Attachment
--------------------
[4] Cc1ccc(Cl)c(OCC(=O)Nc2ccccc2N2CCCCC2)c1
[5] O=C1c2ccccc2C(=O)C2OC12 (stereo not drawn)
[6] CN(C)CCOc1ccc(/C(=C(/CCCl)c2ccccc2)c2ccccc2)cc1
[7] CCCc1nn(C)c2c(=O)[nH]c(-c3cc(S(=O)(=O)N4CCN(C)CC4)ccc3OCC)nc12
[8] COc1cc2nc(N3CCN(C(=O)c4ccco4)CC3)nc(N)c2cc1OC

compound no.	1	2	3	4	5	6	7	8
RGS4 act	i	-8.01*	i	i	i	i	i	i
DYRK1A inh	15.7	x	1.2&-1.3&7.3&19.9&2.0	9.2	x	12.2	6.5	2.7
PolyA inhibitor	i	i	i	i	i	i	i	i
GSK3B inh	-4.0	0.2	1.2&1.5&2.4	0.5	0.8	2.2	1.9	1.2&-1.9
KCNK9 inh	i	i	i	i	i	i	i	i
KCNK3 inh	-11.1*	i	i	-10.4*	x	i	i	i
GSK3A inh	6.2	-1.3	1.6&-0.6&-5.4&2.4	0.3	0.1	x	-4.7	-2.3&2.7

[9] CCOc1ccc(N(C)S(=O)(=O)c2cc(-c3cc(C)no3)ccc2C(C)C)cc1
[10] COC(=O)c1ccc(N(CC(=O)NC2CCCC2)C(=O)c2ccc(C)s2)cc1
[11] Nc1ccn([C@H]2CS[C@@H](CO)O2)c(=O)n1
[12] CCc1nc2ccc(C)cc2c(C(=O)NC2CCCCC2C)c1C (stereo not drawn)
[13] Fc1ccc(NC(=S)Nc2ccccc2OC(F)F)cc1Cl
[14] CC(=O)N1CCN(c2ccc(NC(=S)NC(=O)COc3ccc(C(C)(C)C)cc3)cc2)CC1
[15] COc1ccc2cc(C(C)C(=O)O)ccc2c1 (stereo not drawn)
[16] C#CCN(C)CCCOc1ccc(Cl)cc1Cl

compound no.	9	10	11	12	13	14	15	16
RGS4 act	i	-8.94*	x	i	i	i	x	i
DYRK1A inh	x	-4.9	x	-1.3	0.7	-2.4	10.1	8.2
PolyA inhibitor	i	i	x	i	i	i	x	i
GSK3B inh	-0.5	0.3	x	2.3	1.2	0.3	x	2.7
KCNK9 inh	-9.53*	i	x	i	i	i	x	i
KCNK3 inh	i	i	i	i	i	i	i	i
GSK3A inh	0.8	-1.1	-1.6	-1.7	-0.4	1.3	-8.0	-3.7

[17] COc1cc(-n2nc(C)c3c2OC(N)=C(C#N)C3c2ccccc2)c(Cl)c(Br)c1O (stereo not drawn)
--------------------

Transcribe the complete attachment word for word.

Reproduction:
[4] Cc1ccc(Cl)c(OCC(=O)Nc2ccccc2N2CCCCC2)c1
[5] O=C1c2ccccc2C(=O)C2OC12 (stereo not drawn)
[6] CN(C)CCOc1ccc(/C(=C(/CCCl)c2ccccc2)c2ccccc2)cc1
[7] CCCc1nn(C)c2c(=O)[nH]c(-c3cc(S(=O)(=O)N4CCN(C)CC4)ccc3OCC)nc12
[8] COc1cc2nc(N3CCN(C(=O)c4ccco4)CC3)nc(N)c2cc1OC

compound no.	1	2	3	4	5	6	7	8
RGS4 act	i	-8.01*	i	i	i	i	i	i
DYRK1A inh	15.7	x	1.2&-1.3&7.3&19.9&2.0	9.2	x	12.2	6.5	2.7
PolyA inhibitor	i	i	i	i	i	i	i	i
GSK3B inh	-4.0	0.2	1.2&1.5&2.4	0.5	0.8	2.2	1.9	1.2&-1.9
KCNK9 inh	i	i	i	i	i	i	i	i
KCNK3 inh	-11.1*	i	i	-10.4*	x	i	i	i
GSK3A inh	6.2	-1.3	1.6&-0.6&-5.4&2.4	0.3	0.1	x	-4.7	-2.3&2.7

[9] CCOc1ccc(N(C)S(=O)(=O)c2cc(-c3cc(C)no3)ccc2C(C)C)cc1
[10] COC(=O)c1ccc(N(CC(=O)NC2CCCC2)C(=O)c2ccc(C)s2)cc1
[11] Nc1ccn([C@H]2CS[C@@H](CO)O2)c(=O)n1
[12] CCc1nc2ccc(C)cc2c(C(=O)NC2CCCCC2C)c1C (stereo not drawn)
[13] Fc1ccc(NC(=S)Nc2ccccc2OC(F)F)cc1Cl
[14] CC(=O)N1CCN(c2ccc(NC(=S)NC(=O)COc3ccc(C(C)(C)C)cc3)cc2)CC1
[15] COc1ccc2cc(C(C)C(=O)O)ccc2c1 (stereo not drawn)
[16] C#CCN(C)CCCOc1ccc(Cl)cc1Cl

compound no.	9	10	11	12	13	14	15	16
RGS4 act	i	-8.94*	x	i	i	i	x	i
DYRK1A inh	x	-4.9	x	-1.3	0.7	-2.4	10.1	8.2
PolyA inhibitor	i	i	x	i	i	i	x	i
GSK3B inh	-0.5	0.3	x	2.3	1.2	0.3	x	2.7
KCNK9 inh	-9.53*	i	x	i	i	i	x	i
KCNK3 inh	i	i	i	i	i	i	i	i
GSK3A inh	0.8	-1.1	-1.6	-1.7	-0.4	1.3	-8.0	-3.7

[17] COc1cc(-n2nc(C)c3c2OC(N)=C(C#N)C3c2ccccc2)c(Cl)c(Br)c1O (stereo not drawn)